This is all theory, Chainlink isn't done yet, and if it's on the ethereum network (technically Chainlink can work with any blockchain there's just an issue of writing the endpoints which isn't rocket science) it's gonna work like dogsoykaf as any ICO or new cryptokitties clone crashes the network with no survivors. Perhaps after POS & Sharding it won't be that bad.

Also following things like when smartcontracts.com was registered, it's very hard to argue that chainlink wasn't the first, even if their ICO perhaps wasn't. This isn't saying you should buy CL, I hold some as suicide insurance because of memes. Not even joking.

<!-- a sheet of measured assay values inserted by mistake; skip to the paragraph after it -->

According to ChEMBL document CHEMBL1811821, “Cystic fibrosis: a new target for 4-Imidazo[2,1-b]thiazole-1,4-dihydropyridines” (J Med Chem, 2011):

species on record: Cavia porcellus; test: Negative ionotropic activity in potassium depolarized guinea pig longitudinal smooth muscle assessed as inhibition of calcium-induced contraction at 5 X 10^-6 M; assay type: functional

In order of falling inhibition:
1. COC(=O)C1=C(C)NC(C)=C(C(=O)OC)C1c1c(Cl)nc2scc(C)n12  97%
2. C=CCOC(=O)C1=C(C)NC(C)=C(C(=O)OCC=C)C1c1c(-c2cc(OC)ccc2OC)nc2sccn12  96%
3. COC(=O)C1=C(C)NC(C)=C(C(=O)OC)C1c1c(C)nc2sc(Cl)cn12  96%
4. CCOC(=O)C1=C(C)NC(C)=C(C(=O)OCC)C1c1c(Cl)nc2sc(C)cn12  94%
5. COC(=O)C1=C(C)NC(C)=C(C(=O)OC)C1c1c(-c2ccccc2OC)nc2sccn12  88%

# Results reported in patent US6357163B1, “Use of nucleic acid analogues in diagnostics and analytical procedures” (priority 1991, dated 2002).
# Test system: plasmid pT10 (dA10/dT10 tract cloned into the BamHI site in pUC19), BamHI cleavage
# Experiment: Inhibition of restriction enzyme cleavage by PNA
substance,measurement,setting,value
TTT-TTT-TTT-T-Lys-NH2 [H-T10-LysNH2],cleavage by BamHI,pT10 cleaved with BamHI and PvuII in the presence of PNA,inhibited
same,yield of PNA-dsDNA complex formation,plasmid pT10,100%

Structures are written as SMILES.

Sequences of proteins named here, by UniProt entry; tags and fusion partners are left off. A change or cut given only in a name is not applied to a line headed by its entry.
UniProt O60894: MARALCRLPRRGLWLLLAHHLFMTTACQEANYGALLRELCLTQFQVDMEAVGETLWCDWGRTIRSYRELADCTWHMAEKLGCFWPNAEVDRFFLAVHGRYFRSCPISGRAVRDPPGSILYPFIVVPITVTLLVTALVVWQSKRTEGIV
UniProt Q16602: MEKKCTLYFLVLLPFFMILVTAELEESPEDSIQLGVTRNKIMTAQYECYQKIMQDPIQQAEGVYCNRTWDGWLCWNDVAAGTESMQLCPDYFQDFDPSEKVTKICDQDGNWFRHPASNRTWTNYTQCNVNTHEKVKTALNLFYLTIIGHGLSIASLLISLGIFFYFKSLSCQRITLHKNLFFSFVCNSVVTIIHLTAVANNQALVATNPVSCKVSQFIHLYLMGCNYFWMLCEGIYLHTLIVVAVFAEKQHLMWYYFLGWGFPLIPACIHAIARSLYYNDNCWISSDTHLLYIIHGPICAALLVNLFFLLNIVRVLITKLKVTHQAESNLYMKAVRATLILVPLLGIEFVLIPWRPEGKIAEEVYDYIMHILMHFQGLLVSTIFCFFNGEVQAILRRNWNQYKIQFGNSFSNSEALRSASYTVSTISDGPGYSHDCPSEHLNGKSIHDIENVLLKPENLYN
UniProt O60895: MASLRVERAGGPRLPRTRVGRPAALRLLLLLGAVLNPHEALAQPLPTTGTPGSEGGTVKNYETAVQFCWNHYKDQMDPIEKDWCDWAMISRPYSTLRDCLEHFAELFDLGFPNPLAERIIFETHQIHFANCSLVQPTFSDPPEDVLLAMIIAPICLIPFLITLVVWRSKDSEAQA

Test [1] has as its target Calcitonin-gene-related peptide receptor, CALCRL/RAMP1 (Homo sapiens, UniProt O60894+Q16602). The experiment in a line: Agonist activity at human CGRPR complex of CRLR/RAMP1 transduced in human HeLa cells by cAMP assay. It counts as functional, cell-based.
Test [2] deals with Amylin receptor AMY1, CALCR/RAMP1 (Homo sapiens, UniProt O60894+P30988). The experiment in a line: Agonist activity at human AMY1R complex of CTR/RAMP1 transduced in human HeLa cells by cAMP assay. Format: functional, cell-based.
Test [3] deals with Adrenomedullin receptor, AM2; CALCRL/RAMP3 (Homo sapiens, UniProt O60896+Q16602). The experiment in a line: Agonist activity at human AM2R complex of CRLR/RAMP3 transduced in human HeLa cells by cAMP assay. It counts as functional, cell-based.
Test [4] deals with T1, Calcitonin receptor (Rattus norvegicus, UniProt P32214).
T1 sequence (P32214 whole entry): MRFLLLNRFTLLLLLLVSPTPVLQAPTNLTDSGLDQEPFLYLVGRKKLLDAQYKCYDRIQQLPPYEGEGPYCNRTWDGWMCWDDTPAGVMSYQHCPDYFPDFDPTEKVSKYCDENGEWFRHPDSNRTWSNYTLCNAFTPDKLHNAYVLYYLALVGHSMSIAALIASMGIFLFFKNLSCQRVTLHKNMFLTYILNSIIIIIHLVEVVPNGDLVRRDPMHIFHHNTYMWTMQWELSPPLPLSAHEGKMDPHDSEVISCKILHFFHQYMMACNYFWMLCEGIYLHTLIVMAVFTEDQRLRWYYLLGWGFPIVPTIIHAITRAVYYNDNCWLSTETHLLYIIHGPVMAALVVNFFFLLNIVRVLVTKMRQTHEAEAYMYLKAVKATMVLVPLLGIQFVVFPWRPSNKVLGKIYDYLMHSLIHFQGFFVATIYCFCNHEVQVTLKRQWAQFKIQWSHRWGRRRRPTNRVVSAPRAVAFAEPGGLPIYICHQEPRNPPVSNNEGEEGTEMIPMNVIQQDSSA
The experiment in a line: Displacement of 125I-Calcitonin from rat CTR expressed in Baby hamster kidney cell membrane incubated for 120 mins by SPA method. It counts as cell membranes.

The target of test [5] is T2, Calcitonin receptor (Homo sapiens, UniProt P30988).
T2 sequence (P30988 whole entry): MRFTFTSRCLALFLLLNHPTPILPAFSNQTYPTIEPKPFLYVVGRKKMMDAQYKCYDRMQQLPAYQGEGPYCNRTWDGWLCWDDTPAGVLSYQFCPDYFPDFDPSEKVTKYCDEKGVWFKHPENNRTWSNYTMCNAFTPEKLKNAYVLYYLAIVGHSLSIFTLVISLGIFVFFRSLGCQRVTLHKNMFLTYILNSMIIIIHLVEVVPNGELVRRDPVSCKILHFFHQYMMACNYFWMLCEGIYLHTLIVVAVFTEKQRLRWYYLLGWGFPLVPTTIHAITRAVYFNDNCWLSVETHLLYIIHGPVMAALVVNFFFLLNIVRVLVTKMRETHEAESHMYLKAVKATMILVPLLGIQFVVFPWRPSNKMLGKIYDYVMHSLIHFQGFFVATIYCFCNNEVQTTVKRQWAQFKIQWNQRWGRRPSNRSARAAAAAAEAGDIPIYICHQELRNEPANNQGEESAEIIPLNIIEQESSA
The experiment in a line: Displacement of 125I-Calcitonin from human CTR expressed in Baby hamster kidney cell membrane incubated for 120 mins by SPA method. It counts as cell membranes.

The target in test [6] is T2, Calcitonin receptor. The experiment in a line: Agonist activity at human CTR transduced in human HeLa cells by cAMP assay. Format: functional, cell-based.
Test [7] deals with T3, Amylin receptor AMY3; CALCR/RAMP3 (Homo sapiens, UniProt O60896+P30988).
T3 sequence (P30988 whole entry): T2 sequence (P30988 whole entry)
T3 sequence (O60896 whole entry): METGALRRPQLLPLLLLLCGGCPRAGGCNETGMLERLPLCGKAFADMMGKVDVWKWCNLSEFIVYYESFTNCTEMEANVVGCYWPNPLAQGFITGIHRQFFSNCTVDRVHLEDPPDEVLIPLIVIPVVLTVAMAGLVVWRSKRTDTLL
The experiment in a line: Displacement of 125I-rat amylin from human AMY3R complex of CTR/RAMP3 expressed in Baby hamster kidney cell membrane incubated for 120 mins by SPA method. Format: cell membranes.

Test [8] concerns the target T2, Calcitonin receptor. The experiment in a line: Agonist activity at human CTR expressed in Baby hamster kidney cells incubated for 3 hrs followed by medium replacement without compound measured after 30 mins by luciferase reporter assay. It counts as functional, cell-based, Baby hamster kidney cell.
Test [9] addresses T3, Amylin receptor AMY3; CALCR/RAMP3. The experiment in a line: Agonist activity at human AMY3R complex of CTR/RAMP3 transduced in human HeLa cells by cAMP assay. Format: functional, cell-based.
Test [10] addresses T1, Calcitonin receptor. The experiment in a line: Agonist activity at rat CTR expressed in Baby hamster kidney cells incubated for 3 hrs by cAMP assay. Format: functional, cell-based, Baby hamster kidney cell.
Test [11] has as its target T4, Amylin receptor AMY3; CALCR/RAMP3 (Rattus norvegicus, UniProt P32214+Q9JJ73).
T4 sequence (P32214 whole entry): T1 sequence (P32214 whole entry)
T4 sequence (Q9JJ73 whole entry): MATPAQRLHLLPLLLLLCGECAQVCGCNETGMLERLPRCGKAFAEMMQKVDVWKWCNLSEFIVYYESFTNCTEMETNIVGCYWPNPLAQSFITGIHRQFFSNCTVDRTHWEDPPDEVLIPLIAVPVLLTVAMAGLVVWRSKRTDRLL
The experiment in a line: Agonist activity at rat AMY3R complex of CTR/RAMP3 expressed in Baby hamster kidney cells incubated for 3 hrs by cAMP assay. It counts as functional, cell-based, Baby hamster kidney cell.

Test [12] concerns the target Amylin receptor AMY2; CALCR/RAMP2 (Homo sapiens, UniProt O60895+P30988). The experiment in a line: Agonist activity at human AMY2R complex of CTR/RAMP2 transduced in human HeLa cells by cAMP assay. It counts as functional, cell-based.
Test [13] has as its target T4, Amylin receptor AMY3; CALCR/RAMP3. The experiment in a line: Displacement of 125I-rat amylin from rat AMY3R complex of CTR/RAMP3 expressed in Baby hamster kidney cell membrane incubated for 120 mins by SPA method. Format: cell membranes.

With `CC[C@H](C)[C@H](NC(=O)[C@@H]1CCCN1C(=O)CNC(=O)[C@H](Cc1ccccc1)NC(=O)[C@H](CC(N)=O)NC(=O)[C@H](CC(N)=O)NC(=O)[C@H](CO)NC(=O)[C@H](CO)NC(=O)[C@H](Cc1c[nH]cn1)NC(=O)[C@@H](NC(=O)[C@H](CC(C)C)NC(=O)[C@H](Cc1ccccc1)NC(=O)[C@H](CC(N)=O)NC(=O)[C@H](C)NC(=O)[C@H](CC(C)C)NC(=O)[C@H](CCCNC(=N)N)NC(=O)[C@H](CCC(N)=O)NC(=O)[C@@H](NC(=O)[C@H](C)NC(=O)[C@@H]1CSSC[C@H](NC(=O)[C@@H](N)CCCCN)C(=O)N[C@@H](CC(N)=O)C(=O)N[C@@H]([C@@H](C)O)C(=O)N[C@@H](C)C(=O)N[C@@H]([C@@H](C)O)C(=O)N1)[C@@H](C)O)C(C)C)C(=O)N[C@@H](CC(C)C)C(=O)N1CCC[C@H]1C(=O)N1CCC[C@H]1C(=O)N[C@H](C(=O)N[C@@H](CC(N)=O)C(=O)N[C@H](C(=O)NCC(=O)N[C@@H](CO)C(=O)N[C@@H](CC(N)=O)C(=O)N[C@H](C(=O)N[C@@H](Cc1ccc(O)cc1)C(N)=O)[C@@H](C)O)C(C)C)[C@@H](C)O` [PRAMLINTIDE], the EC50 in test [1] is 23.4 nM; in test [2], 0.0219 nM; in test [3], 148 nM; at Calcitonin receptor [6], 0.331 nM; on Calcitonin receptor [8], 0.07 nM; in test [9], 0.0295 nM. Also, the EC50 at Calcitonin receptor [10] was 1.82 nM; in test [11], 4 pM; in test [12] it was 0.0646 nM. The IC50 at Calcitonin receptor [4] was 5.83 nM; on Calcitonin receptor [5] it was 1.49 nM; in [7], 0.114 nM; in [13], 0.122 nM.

Disclaimer: I still own some ChainLink tokens.

 No.1929

>>1928
>a contract that checks the current rates of things in a trustless manner and perform the exchange for you.
That's a good idea, but a bot could…
>Yeah it could easily be done today with some 3rd party web server holding the cash, but that's not really in the spirit of trustless decentralization now is it?

Mmmph yea. Once again decentralization is the best solution.

As for you having Chainlink tokens, if it achieves its goals it sounds like a good investment. Especially since the crypto bubble hasn't popped yet. What type of security/privacy does chainlink offer. How will chainlink protect it's users from attackers and prying eyes. Once again I will shill my beloved Monero-chan and her impeccable privacy. Monero's privacy is secure and it is mandatory for everyone, so no one can be threatened to reveal their transactions. Do you know if chainlink will have voluntary or enforced privacy, and what type of security features will it have upon completion.